JAIC , Volume 39, Number 1, Article 13 (pp. to )
JAIC online
Journal of the American Institute for Conservation
JAIC , Volume 39, Number 1, Article 13 (pp. to )


STEPHANIE WATKINS, & Chinese proverb


FEMA's training program is designed to help reduce the panic, hysteria, and stress that can occur in a real emergency situation by offering training exercises in a safe, controlled environment. The five exercises are defined as (1) orientation, (2) drill, (3) tabletop, (4) functional, and (5) full-scale. Each successive exercise increases in complexity, and participants can develop confidence and comfort in incremental stages through their experiences. The exercises are run by experienced professionals or “simulators” who direct the action or “play,” “evaluators” who observe the participant's responses to the scenario, and “controllers” who monitor the progress and predetermined time constraints of the scenarios. The participants might include elected officials, emergency managers, first responders who are required by law to train in emergency response and recovery methods, and community volunteers desiring training. First responders can include members of fire departments, law enforcement agencies, emergency medical services, and emergency management assistance. Immediately following each exercise, participants are asked to evaluate the play and make suggestions for improvements to the preparedness plans and future exercises.


During FEMA's orientation exercise, the concepts and intentions of the training program are introduced to an audience of potential participants. The organization's plan, policies, procedures, and responsibilities are presented, and a consensus for development of future exercises is reached. There is no attempt to simulate an emergency or disaster situation during this meeting.


The drill exercise is a physical walk-through of one single response, such as drills for fires, earthquakes, hurricanes, and tornadoes. The procedure is demonstrated, then the participants practice the action. Participants are encouraged to ask questions about the procedures and then repeat and practice methods until they are comfortable. Generally no time constraints are imposed. Many components of recovery action can be developed into a drill exercise, and these exercises can be repeated at random over the course of the program to reinforce the other exercises as necessary.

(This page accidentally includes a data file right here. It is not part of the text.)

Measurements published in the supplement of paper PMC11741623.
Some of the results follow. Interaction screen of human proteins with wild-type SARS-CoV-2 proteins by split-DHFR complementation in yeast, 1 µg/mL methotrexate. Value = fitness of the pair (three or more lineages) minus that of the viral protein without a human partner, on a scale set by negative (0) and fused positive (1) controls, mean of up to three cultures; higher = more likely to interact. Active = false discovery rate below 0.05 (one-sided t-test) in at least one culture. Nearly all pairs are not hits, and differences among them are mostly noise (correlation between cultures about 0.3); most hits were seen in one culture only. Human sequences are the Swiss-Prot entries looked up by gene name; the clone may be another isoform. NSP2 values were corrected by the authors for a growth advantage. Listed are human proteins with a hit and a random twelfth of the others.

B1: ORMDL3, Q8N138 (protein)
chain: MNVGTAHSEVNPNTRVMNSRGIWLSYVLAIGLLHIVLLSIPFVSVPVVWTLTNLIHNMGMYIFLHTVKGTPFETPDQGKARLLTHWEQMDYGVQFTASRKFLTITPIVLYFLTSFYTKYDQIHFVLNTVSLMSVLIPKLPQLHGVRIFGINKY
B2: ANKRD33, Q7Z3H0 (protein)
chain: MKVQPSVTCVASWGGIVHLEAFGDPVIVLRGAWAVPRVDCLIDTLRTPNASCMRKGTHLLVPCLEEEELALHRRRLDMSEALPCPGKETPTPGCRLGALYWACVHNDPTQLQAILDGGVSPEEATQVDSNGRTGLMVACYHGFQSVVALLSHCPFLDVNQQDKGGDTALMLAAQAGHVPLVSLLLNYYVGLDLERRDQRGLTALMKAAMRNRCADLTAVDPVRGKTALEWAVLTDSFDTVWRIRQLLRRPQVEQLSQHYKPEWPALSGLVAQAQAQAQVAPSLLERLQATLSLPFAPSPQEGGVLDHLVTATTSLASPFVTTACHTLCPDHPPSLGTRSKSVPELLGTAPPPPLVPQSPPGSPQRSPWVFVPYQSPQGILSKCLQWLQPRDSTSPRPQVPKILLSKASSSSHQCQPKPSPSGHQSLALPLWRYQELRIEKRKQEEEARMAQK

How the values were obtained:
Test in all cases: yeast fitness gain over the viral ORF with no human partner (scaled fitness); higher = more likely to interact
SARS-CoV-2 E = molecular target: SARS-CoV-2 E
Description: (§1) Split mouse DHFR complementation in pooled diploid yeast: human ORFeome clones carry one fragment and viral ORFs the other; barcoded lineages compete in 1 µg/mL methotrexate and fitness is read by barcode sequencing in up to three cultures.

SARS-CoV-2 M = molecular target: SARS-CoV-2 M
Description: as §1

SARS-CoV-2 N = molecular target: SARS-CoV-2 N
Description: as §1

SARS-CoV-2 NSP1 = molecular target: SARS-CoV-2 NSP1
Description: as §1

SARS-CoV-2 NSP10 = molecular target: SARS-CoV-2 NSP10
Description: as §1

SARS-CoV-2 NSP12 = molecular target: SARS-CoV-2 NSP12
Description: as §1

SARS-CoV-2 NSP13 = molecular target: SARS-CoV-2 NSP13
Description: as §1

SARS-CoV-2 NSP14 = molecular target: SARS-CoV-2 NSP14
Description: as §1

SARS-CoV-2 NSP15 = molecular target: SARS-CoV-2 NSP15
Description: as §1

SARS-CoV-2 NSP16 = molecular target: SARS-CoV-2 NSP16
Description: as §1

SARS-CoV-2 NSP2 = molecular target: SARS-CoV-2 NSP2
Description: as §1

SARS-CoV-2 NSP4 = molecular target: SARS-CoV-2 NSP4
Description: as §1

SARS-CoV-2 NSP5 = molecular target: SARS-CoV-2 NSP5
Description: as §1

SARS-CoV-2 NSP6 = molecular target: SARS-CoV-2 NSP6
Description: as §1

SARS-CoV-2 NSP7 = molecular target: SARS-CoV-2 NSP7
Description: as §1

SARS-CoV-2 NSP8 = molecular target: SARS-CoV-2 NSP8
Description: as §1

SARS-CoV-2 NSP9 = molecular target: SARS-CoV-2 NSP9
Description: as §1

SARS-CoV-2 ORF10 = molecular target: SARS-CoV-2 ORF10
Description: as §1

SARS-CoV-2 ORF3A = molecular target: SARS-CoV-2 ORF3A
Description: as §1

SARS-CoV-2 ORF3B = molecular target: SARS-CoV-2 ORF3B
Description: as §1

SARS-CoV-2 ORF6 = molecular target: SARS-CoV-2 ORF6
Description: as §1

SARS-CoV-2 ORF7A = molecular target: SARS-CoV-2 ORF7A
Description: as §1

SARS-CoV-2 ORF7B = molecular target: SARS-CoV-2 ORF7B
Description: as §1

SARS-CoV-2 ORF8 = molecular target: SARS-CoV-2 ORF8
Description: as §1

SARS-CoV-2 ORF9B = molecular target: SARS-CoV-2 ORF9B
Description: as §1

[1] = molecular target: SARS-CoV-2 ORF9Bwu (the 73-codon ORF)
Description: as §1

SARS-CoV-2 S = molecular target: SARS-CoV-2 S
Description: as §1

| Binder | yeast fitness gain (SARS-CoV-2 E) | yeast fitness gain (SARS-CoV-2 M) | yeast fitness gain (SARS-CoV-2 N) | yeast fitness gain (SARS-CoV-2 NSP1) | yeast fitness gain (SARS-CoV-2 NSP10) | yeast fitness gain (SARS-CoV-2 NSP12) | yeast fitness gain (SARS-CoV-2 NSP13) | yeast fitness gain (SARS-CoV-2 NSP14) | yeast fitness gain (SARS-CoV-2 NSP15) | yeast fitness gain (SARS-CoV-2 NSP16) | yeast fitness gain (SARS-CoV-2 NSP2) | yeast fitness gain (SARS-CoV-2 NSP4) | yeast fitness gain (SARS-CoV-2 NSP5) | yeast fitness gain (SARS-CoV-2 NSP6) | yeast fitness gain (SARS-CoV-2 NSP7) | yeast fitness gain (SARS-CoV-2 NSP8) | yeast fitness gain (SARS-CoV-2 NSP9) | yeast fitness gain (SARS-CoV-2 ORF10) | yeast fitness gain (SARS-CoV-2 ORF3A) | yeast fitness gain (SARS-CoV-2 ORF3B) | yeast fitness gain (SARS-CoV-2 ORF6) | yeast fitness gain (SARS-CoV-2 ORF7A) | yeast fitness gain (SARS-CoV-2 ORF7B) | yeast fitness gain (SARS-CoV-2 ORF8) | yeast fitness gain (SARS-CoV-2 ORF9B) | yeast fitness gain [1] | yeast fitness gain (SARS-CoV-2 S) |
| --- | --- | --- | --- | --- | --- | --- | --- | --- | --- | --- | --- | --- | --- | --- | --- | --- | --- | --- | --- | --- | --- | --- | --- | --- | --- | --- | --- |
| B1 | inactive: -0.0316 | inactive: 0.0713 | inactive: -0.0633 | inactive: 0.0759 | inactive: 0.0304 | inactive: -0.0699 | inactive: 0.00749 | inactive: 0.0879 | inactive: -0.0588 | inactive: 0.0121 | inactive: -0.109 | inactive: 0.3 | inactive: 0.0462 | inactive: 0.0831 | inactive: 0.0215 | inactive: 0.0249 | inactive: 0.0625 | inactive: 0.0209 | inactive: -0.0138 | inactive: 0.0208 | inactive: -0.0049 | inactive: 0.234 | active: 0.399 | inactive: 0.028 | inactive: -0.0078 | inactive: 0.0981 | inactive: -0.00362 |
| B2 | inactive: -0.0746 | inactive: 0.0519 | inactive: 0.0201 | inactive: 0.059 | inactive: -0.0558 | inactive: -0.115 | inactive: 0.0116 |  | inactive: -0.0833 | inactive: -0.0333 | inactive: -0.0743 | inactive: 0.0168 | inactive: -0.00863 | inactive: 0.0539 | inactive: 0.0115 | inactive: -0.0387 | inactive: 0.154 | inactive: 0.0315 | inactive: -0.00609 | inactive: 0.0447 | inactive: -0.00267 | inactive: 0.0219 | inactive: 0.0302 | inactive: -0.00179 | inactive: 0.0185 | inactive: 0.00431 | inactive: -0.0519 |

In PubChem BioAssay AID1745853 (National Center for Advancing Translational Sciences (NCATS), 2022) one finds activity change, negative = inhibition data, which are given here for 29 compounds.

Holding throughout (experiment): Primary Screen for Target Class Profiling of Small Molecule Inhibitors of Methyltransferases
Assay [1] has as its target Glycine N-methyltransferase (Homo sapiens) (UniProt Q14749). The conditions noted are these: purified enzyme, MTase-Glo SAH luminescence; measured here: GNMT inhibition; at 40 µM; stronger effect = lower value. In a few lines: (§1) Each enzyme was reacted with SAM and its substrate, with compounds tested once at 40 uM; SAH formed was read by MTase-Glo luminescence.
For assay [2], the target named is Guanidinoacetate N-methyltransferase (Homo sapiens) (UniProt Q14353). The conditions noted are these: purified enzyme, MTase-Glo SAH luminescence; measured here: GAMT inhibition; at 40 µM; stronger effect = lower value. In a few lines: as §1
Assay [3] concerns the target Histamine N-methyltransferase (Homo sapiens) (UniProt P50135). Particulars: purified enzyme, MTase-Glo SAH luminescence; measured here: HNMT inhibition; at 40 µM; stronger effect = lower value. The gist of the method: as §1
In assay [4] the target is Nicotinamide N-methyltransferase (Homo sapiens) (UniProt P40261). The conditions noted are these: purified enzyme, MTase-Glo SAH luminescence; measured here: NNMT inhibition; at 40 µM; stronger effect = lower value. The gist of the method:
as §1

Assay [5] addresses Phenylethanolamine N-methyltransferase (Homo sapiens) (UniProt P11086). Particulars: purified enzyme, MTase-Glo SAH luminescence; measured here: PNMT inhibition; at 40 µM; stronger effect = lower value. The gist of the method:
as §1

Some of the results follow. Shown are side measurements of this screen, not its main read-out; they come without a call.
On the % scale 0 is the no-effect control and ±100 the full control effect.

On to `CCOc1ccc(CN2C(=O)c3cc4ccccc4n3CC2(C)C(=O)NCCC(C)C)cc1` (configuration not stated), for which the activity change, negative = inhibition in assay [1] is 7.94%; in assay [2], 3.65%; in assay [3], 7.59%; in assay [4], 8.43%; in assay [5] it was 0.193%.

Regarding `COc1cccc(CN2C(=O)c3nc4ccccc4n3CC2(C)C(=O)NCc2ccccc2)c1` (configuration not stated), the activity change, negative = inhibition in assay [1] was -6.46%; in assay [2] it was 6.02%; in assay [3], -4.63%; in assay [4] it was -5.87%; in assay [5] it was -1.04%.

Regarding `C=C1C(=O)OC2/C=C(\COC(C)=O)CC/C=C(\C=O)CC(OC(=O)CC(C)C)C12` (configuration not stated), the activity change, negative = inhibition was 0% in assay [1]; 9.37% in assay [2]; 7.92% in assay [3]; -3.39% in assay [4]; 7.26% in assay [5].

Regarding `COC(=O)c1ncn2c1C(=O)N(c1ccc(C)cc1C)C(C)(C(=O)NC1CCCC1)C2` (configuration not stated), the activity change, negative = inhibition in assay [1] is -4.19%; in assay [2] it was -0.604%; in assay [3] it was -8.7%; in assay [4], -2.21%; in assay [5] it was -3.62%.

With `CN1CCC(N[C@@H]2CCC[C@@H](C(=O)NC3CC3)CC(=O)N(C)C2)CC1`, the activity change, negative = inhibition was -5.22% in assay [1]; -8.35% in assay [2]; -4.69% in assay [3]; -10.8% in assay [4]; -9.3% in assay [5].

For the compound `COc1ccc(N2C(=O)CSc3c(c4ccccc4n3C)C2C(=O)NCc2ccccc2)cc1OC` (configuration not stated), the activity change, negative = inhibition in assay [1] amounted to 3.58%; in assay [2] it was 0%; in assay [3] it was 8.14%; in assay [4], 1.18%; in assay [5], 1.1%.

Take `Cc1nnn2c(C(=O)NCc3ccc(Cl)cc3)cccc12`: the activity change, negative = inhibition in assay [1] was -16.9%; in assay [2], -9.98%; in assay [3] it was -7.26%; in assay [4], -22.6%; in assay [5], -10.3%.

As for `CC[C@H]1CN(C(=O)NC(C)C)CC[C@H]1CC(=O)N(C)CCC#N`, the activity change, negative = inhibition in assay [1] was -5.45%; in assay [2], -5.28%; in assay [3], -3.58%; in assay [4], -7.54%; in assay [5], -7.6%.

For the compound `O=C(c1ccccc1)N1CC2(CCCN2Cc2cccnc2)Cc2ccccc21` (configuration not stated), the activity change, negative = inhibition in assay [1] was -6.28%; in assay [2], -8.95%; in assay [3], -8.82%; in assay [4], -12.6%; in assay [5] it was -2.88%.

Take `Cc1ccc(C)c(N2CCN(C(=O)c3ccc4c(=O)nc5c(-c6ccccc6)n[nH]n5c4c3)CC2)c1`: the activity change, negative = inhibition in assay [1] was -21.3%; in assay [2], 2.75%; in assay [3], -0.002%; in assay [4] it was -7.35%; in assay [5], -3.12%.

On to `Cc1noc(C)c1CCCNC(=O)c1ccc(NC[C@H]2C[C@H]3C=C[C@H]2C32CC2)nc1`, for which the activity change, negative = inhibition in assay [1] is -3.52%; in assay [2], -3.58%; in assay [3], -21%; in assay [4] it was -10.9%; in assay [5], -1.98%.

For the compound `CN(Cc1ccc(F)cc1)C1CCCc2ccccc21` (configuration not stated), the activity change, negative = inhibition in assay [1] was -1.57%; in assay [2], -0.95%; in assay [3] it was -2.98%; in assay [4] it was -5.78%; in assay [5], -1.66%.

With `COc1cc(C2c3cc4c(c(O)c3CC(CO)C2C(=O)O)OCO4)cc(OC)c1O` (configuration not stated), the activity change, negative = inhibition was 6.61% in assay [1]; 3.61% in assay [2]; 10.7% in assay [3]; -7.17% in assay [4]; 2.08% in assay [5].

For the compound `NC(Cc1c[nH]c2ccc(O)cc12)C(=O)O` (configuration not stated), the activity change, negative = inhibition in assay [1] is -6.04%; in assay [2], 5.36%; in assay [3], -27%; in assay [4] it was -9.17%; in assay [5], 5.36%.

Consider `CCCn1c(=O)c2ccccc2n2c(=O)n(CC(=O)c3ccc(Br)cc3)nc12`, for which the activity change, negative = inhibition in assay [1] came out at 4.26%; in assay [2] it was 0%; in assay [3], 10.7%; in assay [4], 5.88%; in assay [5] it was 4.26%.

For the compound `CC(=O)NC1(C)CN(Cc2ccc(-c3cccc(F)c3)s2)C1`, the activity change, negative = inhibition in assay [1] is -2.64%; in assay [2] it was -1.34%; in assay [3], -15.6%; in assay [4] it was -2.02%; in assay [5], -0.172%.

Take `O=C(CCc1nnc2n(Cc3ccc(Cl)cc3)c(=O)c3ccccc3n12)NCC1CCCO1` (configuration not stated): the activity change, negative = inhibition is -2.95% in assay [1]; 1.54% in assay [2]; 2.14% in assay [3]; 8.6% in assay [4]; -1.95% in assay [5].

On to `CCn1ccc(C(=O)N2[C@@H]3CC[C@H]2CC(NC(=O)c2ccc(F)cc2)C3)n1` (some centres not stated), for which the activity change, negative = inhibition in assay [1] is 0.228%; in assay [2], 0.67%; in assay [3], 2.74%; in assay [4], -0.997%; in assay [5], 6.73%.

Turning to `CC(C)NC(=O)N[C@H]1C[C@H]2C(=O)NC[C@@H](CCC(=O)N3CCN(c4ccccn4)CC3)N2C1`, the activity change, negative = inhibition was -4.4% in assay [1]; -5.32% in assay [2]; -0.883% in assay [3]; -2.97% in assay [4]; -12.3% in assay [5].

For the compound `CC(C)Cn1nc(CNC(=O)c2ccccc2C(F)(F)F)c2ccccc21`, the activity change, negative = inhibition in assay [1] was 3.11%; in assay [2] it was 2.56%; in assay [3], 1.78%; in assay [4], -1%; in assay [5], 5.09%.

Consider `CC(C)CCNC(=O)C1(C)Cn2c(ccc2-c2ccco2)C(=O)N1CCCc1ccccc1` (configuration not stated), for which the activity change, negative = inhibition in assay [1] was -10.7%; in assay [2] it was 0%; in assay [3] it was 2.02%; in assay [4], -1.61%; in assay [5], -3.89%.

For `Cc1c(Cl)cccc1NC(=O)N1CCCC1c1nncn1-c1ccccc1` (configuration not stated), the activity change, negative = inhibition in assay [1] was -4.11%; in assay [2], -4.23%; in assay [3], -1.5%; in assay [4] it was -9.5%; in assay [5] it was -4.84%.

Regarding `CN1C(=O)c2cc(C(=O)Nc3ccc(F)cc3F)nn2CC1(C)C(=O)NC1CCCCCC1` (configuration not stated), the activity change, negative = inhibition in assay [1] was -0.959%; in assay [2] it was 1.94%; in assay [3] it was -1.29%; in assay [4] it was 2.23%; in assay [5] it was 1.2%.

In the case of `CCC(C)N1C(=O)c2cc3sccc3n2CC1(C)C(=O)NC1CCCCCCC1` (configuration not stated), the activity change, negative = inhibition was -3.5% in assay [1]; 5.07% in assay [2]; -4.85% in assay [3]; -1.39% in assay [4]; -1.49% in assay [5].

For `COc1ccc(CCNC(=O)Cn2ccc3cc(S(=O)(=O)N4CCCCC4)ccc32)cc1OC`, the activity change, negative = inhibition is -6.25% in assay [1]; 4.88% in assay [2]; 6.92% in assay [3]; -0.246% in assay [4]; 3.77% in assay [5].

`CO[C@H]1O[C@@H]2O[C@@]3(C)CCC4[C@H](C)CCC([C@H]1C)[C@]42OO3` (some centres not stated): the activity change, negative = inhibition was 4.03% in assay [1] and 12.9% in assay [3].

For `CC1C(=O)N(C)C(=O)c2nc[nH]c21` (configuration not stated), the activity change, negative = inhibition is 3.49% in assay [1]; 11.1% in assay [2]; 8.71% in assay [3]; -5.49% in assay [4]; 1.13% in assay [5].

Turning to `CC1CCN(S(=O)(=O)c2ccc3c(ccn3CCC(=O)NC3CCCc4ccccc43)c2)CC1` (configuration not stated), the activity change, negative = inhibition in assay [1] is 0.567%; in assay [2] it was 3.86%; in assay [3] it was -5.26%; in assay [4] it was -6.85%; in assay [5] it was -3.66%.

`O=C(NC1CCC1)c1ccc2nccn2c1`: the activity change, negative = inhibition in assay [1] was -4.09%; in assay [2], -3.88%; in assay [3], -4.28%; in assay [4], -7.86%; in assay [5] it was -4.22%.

The tabletop exercise is an informal discussion of a small, simulated emergency. It is designed to test and evaluate proposed plans and procedures and resolve questions of coordination and responsibility before implementation of a plan. This exercise familiarizes participants with the administration of response procedures and the need for communication and cooperation during an emergency or disaster situation. It also gives them insight into what resources they might need. A brief background of the emergency situation is given at the start of the exercise, but no help or prompting from the simulators, evaluators, or controllers is permitted. Message notes from the simulators generate a series of verbal or written responses from the participants. There need not be time constraints for the responses of the participants, nor are participants encumbered by facts such as number of available fire trucks.


The functional exercise is a physical, practice emergency response that allows participants to incorporate their drill and tabletop experiences. Like a dress rehearsal, the functional exercise acts as a realistic and stressful simulation in “real time.” The exercise is limited to practicing a few functions within the plan. After a brief history explaining the emergency situation, the exercise begins. Message notes are given in real time, and responses are monitored and observed. Discussion with other team members is possible, but participants must “act out” their responses in an appropriate and timely manner.


The full-scale exercise tests the design of the plan and the coordination of personnel from different organizations. The range of the participant's skills and knowledge is tested. The ultimate opening-night, full-scale exercises take place in real time and employ real people and equipment as if the emergency were actually occurring. Many facets of a plan may be tested simultaneously or throughout the course of the exercise. A well-designed full-scale exercise will provide the most complete and complex training short of an actual emergency situation. Efforts to make the exercise as realistic as possible sometimes extend to the use of moulage, theatrical makeup, on the persons playing the “victims” to give them the appearance of having cuts, scrapes, broken bones, amputated limbs, or other conditions requiring medical assistance. FEMA notes that the exercise can produce extreme stress, and it can develop into a real emergency situation when participants are hurt during play, or when the natural elements, such as fire, water, and wind, alter the exercise beyond the intent of the organizers.